The second step is how that search is actually performed. Maven will download metadata files (or look them into your local repository if they are already downloaded), called maven-metadata.xml, from each remote repositories at those group ids. If we take the example where the only remote repository we have is Maven Central, Maven will first download http://repo1.maven.org/maven2/org/mortbay/jetty/maven-metadata.xml, and look inside this file if we have something mapping foo. Notice how the group id was transformed into a directory structure in the remote repository. The structure of this metadata file is:

      <name>Some Awesome Maven Plugin</name>

If none of the <plugin> section contain a <prefix> that is equal to the one we specified (foo), Maven will continue with the next group id, hitting http://repo1.maven.org/maven2/org/codehaus/mojo/maven-metadata.xml. Again, if none are found, Maven will finally hit http://repo1.maven.org/maven2/org/apache/maven/plugins/maven-metadata.xml. If none are still found, there is nothing Maven can do for you anymore, and it will error:

[ERROR] No plugin found for prefix 'foo' in the current project and in the plugin groups [org.mortbay.jetty, org.apache.maven.plugins, org.codehaus.mojo] available from the repositories [local (.../.m2/repository), central (http://repo.maven.apache.org/maven2)] -> [Help 1]

This is the error you have here. However, if one match was made during this search, then Maven can deduce the <artifactId> to use.

It now means it has the group id, and the artifact id. The final piece of the puzzle is the version

Which version is going to be used?

Maven will take the latest one available, always. All possible versions are retrieved by fetching another metadata file, still called maven-metadata.xml, but this time living alongside the artifact id folder in the repository (contrary to the ones above, where it was alongside the group id). Taking the example of the Maven Clean plugin (whose group id and artifact id would be found with the above mechanism and a command of mvn clean:clean), the maven-metadata.xml looks like:

      <!-- more versions -->

Maven will select as version the <release> version, which represents the latest release version of the plugin. If that tag isn't there, it will select <latest> which represent the latest version of the plugin, release or snapshot. It can happen that both tags are not there, in which case, Maven will select the first release, or the first snapshot for lack of a release, of the list of <version> elements.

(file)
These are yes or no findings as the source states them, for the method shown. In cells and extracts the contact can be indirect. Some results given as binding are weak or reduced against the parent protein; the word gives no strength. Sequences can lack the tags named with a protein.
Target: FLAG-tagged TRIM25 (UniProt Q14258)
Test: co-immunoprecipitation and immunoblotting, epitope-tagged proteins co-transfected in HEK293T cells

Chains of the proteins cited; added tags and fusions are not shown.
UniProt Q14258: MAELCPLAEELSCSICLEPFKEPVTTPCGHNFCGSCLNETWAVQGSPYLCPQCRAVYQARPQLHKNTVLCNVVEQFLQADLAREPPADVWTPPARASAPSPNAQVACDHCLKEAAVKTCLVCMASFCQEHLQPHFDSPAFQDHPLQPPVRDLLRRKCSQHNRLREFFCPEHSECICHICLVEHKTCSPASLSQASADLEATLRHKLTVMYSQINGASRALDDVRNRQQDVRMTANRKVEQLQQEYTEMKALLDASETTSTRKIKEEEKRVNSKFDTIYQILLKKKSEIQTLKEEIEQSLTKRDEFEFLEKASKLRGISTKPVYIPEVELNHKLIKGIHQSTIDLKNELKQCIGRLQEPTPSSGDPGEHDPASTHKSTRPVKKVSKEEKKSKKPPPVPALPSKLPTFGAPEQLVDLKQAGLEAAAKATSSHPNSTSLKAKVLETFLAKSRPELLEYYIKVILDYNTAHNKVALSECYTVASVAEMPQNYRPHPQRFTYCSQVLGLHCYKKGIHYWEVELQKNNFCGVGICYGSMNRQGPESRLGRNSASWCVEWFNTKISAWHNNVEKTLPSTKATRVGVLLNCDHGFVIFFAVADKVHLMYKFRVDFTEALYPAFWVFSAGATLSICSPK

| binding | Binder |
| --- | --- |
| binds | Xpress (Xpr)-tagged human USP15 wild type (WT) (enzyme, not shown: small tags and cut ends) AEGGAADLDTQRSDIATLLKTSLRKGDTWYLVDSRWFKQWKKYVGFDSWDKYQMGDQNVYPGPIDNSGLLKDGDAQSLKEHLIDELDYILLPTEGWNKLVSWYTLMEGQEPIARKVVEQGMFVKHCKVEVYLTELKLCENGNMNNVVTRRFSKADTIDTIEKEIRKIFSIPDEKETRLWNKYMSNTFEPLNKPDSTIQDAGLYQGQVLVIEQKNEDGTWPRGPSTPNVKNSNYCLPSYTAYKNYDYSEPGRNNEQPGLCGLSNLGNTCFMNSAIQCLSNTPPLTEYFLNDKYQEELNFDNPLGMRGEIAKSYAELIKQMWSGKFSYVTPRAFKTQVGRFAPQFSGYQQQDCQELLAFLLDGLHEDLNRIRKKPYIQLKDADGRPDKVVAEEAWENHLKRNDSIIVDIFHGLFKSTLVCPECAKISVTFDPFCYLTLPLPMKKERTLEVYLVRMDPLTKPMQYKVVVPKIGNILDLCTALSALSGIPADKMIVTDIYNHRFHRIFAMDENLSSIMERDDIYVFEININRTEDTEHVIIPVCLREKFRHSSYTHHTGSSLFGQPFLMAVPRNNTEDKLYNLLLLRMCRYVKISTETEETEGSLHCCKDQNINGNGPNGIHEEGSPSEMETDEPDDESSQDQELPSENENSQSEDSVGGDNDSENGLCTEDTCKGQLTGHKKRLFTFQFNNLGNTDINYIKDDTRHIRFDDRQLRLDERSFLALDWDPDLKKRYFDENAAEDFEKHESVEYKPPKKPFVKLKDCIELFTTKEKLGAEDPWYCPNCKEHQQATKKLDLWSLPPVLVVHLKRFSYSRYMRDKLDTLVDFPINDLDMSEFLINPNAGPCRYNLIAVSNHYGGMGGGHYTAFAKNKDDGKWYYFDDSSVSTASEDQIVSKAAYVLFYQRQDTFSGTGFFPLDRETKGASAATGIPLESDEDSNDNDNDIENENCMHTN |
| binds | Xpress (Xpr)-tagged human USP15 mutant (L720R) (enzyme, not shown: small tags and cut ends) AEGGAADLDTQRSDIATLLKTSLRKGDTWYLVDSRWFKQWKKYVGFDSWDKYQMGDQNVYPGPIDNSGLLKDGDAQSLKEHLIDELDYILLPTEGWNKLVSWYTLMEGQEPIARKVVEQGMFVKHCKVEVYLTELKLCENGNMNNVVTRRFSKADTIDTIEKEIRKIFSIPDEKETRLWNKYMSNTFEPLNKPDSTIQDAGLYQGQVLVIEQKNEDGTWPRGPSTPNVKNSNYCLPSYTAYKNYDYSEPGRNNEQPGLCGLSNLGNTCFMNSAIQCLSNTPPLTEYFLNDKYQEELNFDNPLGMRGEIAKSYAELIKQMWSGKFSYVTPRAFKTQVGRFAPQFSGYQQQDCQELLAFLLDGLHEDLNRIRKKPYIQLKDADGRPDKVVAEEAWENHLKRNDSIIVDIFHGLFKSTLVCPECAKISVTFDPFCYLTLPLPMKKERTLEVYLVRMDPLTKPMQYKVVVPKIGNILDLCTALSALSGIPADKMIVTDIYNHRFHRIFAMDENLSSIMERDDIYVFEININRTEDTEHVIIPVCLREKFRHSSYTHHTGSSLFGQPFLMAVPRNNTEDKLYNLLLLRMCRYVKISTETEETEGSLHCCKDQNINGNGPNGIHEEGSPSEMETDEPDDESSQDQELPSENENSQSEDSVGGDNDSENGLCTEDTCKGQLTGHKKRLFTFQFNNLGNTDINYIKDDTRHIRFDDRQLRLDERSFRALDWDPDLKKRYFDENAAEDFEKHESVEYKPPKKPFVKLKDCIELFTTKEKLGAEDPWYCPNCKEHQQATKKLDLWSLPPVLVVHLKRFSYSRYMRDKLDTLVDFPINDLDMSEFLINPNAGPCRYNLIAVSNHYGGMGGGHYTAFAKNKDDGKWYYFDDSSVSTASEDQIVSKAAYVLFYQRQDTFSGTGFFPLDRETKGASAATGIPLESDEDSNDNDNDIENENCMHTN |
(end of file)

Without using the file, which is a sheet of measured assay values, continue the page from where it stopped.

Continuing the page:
If that still fails, there is nothing Maven can do for you anymore, the version couldn't be deduced and it errors. This isn't very likely to happen though. We now have gathered the group id, the artifact id, and the version; time to finally invoke the bar goal of our plugin.

What's the issue with my configuration?

As said above, Maven looks in certain pre-defined group ids inside the active remote repositories to look for matches with a given prefix. With the command

mvn findbugs:findbugs

Maven starts the search with the findbugs prefix. Since our configuration does not have any <pluginGroup> in our settings, Maven looks into org.codehaus.mojo and org.apache.maven.plugins group id for a prefix match.

And it does find one: Findbugs Maven Plugin is published under the org.codehaus.mojo group id; indeed, you can find it in the maven-metadata.xml:

  <name>FindBugs Maven Plugin</name>

So the resolution succeeded, and then Maven can continue to invoke the findbugs goal of this plugin.

The second example is the command

mvn jetty:run

As before, the same resolution steps happen, but, in this case, you'll find out that the prefix <jetty> does not appear in any of the maven-metadata.xml for the group ids org.codehaus.mojo and org.apache.maven.plugins. So the resolution fails, and Maven returns the error that you have.

But we've seen how to make it work! We can add a <pluginGroup> inside our settings, so that this group id can also be searched during resolution. The Jetty Maven Plugin is published under the group id org.eclipse.jetty, and if we peek into the corresponding maven-metadata.xml in Maven Central, you'll see that <prefix>jetty</prefix> is there. So the fix is simple: just define this new group id to search inside the settings:


Now, Maven will also look into this group id, and match the jetty prefix to the org.eclipse.jetty:jetty-maven-plugin successfully.

Of course, all of this resolution can be side-tracked if you define the plugin explicitly in your POM, which is the other solution you found:


If you configure the plugin directly in the POM, the prefix resolution still happens, but it is a bit masked: Maven will download the plugin from the configured remote repositories, and will download and install all metadata files along the way, including the maven-metadata.xml containing the mapping for the prefix jetty. So since it downloads it automatically, the search always succeeds.